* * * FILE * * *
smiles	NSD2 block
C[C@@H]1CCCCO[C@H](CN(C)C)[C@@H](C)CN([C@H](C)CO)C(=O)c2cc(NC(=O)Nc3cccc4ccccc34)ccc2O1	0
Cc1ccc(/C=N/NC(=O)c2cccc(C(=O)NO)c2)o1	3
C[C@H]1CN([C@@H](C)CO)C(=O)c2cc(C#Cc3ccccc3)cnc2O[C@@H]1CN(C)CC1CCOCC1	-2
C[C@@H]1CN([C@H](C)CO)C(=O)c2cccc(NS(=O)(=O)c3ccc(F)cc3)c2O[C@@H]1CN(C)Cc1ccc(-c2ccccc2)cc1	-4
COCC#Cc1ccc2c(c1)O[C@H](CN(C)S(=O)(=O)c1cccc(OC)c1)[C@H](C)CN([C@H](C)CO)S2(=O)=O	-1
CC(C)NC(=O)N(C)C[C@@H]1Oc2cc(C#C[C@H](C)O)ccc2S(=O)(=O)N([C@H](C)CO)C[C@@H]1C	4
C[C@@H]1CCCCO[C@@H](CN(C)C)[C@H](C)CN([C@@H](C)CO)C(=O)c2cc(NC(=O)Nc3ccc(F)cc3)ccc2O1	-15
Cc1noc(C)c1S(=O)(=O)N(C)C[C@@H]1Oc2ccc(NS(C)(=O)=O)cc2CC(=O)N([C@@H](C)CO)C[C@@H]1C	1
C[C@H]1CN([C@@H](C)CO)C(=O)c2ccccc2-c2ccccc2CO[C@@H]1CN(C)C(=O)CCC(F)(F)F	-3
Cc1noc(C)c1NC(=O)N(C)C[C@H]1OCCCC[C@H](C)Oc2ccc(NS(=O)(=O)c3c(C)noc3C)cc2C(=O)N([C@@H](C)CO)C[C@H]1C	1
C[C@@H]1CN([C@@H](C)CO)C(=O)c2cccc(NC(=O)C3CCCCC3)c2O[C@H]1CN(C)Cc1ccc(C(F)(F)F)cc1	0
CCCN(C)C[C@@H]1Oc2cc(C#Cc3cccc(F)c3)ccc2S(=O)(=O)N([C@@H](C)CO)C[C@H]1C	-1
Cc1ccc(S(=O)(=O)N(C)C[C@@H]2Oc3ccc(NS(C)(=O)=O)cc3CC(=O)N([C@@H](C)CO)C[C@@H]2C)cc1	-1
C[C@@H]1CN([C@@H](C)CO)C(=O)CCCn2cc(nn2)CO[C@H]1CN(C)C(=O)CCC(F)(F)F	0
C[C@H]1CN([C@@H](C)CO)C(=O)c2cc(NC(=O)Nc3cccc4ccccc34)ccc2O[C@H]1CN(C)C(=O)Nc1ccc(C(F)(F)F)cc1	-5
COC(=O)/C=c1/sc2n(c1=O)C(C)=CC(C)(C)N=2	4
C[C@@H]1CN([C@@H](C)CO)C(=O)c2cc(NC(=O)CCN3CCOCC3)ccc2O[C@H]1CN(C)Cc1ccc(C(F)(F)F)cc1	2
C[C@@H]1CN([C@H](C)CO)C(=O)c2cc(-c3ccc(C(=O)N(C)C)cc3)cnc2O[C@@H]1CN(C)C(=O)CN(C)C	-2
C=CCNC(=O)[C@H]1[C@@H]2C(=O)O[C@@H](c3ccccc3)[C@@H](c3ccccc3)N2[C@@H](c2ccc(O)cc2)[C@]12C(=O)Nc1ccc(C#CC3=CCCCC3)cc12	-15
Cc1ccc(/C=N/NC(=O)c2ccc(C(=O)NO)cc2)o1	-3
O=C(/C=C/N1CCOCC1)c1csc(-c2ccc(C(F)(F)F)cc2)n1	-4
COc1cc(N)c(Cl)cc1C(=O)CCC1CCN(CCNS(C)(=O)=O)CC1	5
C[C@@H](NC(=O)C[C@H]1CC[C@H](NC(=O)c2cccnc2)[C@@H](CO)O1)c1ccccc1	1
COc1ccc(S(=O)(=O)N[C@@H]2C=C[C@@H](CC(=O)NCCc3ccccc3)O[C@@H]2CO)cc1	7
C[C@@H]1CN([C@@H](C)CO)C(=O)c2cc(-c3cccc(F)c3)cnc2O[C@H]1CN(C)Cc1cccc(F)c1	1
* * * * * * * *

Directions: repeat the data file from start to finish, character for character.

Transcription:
smiles	NSD2 block
C[C@@H]1CCCCO[C@H](CN(C)C)[C@@H](C)CN([C@H](C)CO)C(=O)c2cc(NC(=O)Nc3cccc4ccccc34)ccc2O1	0
Cc1ccc(/C=N/NC(=O)c2cccc(C(=O)NO)c2)o1	3
C[C@H]1CN([C@@H](C)CO)C(=O)c2cc(C#Cc3ccccc3)cnc2O[C@@H]1CN(C)CC1CCOCC1	-2
C[C@@H]1CN([C@H](C)CO)C(=O)c2cccc(NS(=O)(=O)c3ccc(F)cc3)c2O[C@@H]1CN(C)Cc1ccc(-c2ccccc2)cc1	-4
COCC#Cc1ccc2c(c1)O[C@H](CN(C)S(=O)(=O)c1cccc(OC)c1)[C@H](C)CN([C@H](C)CO)S2(=O)=O	-1
CC(C)NC(=O)N(C)C[C@@H]1Oc2cc(C#C[C@H](C)O)ccc2S(=O)(=O)N([C@H](C)CO)C[C@@H]1C	4
C[C@@H]1CCCCO[C@@H](CN(C)C)[C@H](C)CN([C@@H](C)CO)C(=O)c2cc(NC(=O)Nc3ccc(F)cc3)ccc2O1	-15
Cc1noc(C)c1S(=O)(=O)N(C)C[C@@H]1Oc2ccc(NS(C)(=O)=O)cc2CC(=O)N([C@@H](C)CO)C[C@@H]1C	1
C[C@H]1CN([C@@H](C)CO)C(=O)c2ccccc2-c2ccccc2CO[C@@H]1CN(C)C(=O)CCC(F)(F)F	-3
Cc1noc(C)c1NC(=O)N(C)C[C@H]1OCCCC[C@H](C)Oc2ccc(NS(=O)(=O)c3c(C)noc3C)cc2C(=O)N([C@@H](C)CO)C[C@H]1C	1
C[C@@H]1CN([C@@H](C)CO)C(=O)c2cccc(NC(=O)C3CCCCC3)c2O[C@H]1CN(C)Cc1ccc(C(F)(F)F)cc1	0
CCCN(C)C[C@@H]1Oc2cc(C#Cc3cccc(F)c3)ccc2S(=O)(=O)N([C@@H](C)CO)C[C@H]1C	-1
Cc1ccc(S(=O)(=O)N(C)C[C@@H]2Oc3ccc(NS(C)(=O)=O)cc3CC(=O)N([C@@H](C)CO)C[C@@H]2C)cc1	-1
C[C@@H]1CN([C@@H](C)CO)C(=O)CCCn2cc(nn2)CO[C@H]1CN(C)C(=O)CCC(F)(F)F	0
C[C@H]1CN([C@@H](C)CO)C(=O)c2cc(NC(=O)Nc3cccc4ccccc34)ccc2O[C@H]1CN(C)C(=O)Nc1ccc(C(F)(F)F)cc1	-5
COC(=O)/C=c1/sc2n(c1=O)C(C)=CC(C)(C)N=2	4
C[C@@H]1CN([C@@H](C)CO)C(=O)c2cc(NC(=O)CCN3CCOCC3)ccc2O[C@H]1CN(C)Cc1ccc(C(F)(F)F)cc1	2
C[C@@H]1CN([C@H](C)CO)C(=O)c2cc(-c3ccc(C(=O)N(C)C)cc3)cnc2O[C@@H]1CN(C)C(=O)CN(C)C	-2
C=CCNC(=O)[C@H]1[C@@H]2C(=O)O[C@@H](c3ccccc3)[C@@H](c3ccccc3)N2[C@@H](c2ccc(O)cc2)[C@]12C(=O)Nc1ccc(C#CC3=CCCCC3)cc12	-15
Cc1ccc(/C=N/NC(=O)c2ccc(C(=O)NO)cc2)o1	-3
O=C(/C=C/N1CCOCC1)c1csc(-c2ccc(C(F)(F)F)cc2)n1	-4
COc1cc(N)c(Cl)cc1C(=O)CCC1CCN(CCNS(C)(=O)=O)CC1	5
C[C@@H](NC(=O)C[C@H]1CC[C@H](NC(=O)c2cccnc2)[C@@H](CO)O1)c1ccccc1	1
COc1ccc(S(=O)(=O)N[C@@H]2C=C[C@@H](CC(=O)NCCc3ccccc3)O[C@@H]2CO)cc1	7
C[C@@H]1CN([C@@H](C)CO)C(=O)c2cc(-c3cccc(F)c3)cnc2O[C@H]1CN(C)Cc1cccc(F)c1	1